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Independent: Bush ready to wreck ozone layer treaty

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  • Imran
    Bush ready to wreck ozone layer treaty US slips in demand to drop ban on harmful pesticide By Geoffrey Lean, Environment Editor 20 July 2003 President George
    Message 1 of 1 , Jul 19 10:06 PM
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      Bush ready to wreck ozone layer treaty

      US slips in demand to drop ban on harmful pesticide

      By Geoffrey Lean, Environment Editor

      20 July 2003


      President George Bush is targeting the international treaty to save the
      ozone layer which protects all life on earth from deadly radiation, The
      Independent on Sunday can reveal.

      New US demands - tabled at a little-noticed meeting in Montreal earlier this
      month - threaten to unravel one of the greatest environmental success
      stories of the past few decades, causing millions of deaths from cancer.

      The news comes at a particularly embarrassing time for the Prime Minister,
      Tony Blair, who pressed the President in their talks in Washington last week
      to stop his attempts to sabotage the Kyoto Protocol which sets out to
      control global warming: one of the few international issues on which they
      differ.

      Now, instead of heeding Mr Blair, Mr Bush is undermining the ozone treaty as
      well, by seeking to perpetuate the use of the most ozone-destructive
      chemical still employed in developed countries, otherwise soon to be phased
      out. Ironically, it was sustained pressure from the Reagan administration,
      in which Mr Bush's father served as vice-president, that ensured the treaty
      was adopted in the first place. It has proved such a success that
      environmentalists have long regarded it as inviolable.

      The ozone layer - made of a type of oxygen so thinly scattered through the
      upper atmosphere that, if gathered all together, it would form a ring around
      the earth no thicker than the sole of a shoe - screens out the sun's harmful
      ultraviolet rays which would, otherwise, wipe out terrestrial life. As it
      weakens, more of the rays get through, causing skin cancer and blindness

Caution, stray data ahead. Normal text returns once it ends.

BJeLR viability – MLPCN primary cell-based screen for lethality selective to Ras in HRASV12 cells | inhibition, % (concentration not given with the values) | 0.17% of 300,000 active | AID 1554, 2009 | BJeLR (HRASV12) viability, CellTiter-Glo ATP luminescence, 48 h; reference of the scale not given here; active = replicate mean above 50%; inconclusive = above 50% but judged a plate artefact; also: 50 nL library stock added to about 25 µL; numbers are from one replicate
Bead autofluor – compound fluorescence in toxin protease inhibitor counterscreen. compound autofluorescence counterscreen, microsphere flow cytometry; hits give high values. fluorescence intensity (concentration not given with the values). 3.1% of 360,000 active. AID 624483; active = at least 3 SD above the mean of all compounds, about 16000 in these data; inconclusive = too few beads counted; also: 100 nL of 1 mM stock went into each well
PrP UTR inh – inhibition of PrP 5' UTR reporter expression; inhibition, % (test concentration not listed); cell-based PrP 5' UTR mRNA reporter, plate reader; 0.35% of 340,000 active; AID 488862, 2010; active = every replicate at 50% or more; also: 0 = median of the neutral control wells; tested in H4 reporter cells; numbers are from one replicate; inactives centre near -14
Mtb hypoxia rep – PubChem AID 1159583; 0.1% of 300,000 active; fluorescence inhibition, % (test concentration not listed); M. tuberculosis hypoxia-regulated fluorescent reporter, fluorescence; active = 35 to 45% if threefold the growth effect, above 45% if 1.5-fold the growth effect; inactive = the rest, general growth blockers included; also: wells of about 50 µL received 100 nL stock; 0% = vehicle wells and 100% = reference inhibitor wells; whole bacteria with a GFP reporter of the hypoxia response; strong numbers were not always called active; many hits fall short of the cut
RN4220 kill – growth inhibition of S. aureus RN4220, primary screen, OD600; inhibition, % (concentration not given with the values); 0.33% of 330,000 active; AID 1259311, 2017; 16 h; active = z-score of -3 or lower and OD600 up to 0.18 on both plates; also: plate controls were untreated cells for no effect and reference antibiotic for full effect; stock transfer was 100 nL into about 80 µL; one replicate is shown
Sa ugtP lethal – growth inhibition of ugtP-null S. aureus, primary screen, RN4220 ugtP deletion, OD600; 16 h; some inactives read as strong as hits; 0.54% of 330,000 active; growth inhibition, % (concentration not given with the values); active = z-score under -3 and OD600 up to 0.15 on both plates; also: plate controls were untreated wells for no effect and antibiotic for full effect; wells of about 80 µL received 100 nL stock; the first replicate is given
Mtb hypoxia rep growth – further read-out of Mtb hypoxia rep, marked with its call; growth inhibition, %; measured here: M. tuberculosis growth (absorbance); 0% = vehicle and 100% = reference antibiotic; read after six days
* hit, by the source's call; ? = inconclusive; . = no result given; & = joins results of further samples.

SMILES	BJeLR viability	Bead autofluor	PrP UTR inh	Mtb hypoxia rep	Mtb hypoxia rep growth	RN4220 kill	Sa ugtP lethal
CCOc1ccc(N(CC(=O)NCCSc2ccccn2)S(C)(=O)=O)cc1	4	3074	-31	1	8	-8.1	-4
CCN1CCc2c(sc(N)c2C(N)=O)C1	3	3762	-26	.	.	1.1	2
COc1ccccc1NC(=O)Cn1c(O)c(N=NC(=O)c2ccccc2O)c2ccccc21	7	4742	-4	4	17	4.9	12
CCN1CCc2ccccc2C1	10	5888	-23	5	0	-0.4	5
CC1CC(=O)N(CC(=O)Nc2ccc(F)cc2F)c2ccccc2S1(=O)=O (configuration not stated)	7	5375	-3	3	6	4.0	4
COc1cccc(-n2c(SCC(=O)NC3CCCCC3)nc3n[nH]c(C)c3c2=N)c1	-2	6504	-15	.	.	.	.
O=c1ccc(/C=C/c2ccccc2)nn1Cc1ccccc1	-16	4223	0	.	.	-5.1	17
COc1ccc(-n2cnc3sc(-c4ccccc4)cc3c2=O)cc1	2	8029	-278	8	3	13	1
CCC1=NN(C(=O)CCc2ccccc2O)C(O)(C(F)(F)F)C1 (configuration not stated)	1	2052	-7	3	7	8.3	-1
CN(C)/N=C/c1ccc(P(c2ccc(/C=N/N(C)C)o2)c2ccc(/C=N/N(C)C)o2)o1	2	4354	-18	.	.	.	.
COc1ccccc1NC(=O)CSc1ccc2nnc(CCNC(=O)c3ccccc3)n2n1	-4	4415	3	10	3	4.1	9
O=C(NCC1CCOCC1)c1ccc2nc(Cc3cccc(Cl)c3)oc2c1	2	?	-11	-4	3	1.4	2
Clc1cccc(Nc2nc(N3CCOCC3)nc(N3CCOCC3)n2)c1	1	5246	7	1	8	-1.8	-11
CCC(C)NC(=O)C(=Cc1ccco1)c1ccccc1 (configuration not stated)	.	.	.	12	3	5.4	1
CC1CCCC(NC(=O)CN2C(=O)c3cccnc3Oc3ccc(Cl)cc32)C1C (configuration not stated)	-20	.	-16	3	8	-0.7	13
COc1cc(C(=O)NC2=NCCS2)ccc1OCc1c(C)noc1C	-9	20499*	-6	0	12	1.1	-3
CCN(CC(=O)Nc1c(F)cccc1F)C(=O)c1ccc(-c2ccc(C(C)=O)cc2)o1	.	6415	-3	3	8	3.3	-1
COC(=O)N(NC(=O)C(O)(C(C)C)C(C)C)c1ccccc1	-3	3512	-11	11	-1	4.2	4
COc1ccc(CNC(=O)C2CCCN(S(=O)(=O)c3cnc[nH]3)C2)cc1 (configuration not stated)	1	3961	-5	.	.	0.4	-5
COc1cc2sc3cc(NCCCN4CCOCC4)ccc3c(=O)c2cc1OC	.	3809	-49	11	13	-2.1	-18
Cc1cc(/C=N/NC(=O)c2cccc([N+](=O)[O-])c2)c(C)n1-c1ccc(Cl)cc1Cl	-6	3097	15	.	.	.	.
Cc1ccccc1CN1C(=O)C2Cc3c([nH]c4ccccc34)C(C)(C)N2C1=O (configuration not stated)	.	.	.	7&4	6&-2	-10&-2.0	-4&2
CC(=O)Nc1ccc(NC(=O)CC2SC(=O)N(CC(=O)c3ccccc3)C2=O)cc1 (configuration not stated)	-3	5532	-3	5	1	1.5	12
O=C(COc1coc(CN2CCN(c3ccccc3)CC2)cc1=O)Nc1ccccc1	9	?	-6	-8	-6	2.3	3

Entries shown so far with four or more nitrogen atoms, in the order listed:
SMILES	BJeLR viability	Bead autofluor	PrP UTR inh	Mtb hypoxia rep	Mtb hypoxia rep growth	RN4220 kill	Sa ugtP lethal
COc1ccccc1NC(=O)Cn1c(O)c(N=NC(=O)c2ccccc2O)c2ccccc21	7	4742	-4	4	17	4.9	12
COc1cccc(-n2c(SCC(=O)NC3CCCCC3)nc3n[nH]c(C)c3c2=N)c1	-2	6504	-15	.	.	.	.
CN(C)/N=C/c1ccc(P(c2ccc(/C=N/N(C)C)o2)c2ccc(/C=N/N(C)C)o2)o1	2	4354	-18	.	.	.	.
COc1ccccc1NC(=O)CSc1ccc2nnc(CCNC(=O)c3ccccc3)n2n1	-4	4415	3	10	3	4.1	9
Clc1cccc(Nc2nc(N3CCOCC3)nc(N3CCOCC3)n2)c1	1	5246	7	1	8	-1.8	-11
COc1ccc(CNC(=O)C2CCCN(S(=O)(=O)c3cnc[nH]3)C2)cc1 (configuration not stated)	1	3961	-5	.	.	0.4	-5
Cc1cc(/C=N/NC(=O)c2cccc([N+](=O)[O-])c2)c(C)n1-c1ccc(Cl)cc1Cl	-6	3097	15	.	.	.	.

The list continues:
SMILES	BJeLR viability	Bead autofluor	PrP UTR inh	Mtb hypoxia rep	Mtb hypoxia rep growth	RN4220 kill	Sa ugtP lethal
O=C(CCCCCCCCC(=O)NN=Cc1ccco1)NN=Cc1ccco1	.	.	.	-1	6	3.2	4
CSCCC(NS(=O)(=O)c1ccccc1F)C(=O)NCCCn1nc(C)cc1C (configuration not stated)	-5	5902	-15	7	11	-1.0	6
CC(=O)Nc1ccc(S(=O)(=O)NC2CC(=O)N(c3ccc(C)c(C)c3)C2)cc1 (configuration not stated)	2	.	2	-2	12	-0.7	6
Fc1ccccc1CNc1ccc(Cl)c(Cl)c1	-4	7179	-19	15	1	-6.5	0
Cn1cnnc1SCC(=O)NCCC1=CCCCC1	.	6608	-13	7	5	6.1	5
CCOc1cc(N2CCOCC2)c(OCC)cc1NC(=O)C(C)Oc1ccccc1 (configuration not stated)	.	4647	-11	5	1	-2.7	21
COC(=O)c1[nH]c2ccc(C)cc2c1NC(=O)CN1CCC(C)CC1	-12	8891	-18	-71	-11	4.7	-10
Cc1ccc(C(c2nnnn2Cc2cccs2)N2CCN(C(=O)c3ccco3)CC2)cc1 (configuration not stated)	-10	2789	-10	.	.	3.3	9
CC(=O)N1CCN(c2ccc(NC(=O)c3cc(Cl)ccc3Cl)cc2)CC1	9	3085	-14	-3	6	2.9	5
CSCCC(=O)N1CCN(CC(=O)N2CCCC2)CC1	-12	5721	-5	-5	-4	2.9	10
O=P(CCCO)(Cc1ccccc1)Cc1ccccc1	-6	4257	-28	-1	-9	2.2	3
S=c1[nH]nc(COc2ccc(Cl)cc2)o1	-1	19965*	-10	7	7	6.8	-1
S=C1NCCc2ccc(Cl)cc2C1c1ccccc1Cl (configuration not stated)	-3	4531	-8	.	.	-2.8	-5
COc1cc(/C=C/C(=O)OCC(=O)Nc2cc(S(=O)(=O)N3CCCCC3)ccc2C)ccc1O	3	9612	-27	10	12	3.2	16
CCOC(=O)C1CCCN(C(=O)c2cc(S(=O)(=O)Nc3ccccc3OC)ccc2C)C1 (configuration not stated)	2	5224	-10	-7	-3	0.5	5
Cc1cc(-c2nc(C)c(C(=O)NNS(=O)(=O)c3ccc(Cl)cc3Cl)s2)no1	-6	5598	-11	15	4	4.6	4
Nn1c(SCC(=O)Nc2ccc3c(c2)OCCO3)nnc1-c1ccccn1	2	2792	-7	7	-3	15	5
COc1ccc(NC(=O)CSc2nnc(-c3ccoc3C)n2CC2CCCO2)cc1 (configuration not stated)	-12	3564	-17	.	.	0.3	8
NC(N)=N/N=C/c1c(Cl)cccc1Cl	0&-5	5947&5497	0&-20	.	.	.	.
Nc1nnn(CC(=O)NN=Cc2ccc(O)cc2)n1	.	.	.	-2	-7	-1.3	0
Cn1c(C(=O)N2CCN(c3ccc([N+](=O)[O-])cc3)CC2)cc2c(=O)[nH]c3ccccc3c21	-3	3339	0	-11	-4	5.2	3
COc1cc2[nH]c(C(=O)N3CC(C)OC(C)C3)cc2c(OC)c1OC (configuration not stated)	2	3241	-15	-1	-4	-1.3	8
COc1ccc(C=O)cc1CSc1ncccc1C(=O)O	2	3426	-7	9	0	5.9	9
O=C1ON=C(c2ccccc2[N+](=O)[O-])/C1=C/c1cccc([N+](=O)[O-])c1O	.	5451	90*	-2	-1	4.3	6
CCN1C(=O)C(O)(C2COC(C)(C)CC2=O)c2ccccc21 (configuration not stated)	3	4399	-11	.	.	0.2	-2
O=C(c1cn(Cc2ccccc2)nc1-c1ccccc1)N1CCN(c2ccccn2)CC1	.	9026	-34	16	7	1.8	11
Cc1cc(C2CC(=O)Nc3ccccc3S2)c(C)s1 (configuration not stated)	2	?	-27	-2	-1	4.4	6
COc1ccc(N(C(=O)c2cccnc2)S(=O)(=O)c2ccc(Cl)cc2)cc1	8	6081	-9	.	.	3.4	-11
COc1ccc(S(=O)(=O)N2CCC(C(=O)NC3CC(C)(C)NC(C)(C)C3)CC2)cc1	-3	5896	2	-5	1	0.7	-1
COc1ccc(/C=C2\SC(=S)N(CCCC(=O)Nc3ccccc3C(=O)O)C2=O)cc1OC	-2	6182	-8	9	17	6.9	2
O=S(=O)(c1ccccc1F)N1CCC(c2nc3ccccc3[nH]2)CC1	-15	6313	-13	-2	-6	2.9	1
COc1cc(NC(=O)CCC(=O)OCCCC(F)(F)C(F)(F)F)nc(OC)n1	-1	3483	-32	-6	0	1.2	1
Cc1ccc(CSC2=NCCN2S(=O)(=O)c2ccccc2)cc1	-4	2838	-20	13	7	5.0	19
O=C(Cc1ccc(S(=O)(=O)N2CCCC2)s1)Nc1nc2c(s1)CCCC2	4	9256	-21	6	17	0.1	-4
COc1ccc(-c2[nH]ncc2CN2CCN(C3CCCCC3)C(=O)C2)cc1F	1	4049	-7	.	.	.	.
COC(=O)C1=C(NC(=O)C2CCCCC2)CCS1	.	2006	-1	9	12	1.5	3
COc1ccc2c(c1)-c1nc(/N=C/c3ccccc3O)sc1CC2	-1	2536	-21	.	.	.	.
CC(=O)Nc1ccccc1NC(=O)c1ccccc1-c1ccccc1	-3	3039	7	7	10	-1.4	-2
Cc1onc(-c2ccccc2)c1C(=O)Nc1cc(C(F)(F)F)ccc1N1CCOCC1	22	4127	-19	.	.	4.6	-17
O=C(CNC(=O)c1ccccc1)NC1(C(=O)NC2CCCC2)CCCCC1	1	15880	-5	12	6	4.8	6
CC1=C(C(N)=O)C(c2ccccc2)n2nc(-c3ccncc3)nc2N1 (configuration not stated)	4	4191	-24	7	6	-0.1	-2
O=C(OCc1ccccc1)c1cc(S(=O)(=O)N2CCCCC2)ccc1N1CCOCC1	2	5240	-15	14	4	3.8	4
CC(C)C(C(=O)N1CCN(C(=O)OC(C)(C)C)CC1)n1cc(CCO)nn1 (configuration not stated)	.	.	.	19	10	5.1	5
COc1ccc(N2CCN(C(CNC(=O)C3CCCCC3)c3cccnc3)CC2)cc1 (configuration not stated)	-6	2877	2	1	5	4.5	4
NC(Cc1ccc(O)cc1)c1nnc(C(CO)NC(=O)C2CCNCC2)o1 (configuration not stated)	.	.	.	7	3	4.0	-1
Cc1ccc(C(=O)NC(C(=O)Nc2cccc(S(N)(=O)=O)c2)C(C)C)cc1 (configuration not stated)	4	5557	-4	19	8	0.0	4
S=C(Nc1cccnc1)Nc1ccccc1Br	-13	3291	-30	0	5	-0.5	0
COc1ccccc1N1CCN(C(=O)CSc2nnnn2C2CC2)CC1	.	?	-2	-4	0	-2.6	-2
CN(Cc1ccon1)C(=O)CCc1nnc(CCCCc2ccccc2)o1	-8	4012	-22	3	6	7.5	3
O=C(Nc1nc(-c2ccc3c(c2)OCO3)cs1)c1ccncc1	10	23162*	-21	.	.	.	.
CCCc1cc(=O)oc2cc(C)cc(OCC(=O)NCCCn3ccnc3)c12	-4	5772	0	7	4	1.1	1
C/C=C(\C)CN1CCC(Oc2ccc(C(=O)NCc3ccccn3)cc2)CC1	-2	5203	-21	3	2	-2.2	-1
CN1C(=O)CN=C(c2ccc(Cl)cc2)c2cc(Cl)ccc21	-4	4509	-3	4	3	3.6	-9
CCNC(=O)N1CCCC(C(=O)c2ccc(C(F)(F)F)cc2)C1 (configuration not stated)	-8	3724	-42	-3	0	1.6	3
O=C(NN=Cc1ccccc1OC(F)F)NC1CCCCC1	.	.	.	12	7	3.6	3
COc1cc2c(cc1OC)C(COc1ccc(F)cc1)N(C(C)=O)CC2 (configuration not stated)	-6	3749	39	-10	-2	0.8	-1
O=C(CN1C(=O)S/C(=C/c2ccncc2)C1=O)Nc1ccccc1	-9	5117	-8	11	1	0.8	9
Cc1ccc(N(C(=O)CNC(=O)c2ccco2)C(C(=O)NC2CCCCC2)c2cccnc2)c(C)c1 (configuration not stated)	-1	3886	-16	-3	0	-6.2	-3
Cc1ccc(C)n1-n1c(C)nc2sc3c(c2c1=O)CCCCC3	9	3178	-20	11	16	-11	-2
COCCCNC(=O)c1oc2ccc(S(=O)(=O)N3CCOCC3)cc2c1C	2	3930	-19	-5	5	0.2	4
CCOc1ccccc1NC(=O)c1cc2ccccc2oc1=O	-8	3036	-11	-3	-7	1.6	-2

from cataracts.

      The world was shocked to discover in the 1980s that pollution from man-made
      chemicals had opened a hole the size of the United States in the layer above
      Antarctica, and had thinned it worldwide. Led by the US, nations moved with
      unprecedented speed to agree the treaty, called the Montreal Protocol, in
      1987 - which started the process of phasing out use of the chemicals.

      The measures have been progressively tightened ever since. Scientists reckon
      that they will eventually prevent 2 million cases of cancer a year in the US
      and Europe alone. But President Bush's new demands threaten to throw the
      process into reverse.

      They centre on a pesticide, methyl bromide, now the greatest attacker of
      ozone left in industrialised countries. The US is responsible for a quarter
      of the world's consumption of the chemical, which has also been linked with
      increased prostate cancers in farmers.

      Under an extension to the Montreal Protocol, agreed in 1997, the pesticide
      is being gradually phased out and replaced with substitutes; its use in the
      West is due to end completely in 2005. Nations are legally allowed to extend
      the use of small amounts in "critical" applications, but the US is demanding
      exemptions far beyond those permitted, for uses ranging from growing
      strawberries to tending golf courses.

      It is also pressing to exploit a loophole in the treaty - allowing the use
      of the chemical to treat wood packaging - so that, instead of being phased
      out, its use would increase threefold.

      The demands now go to an international conference in Nairobi this autumn.
      Experts fear that, if agreed, the treaty will begin to fall apart, not least
      because developing countries - which are following rich nations in phasing
      out ozone-depleting chemicals - could cease their efforts.

      "The US is reneging on the agreement, and working very, very hard to get
      other countries to agree," said David Doniger, a former senior US government
      official dealing with ozone issues, who now works for the Natural Resources
      Defense Council. "If it succeeds, it threatens to unravel the whole fabric
      of the treaty."

      Dr Joe Farman, the Cambridge scientist who discovered the Antarctic ozone
      hole, added: "This is madness. We do not need this chemical. We do need the
      ozone layer. How stupid can people be?"
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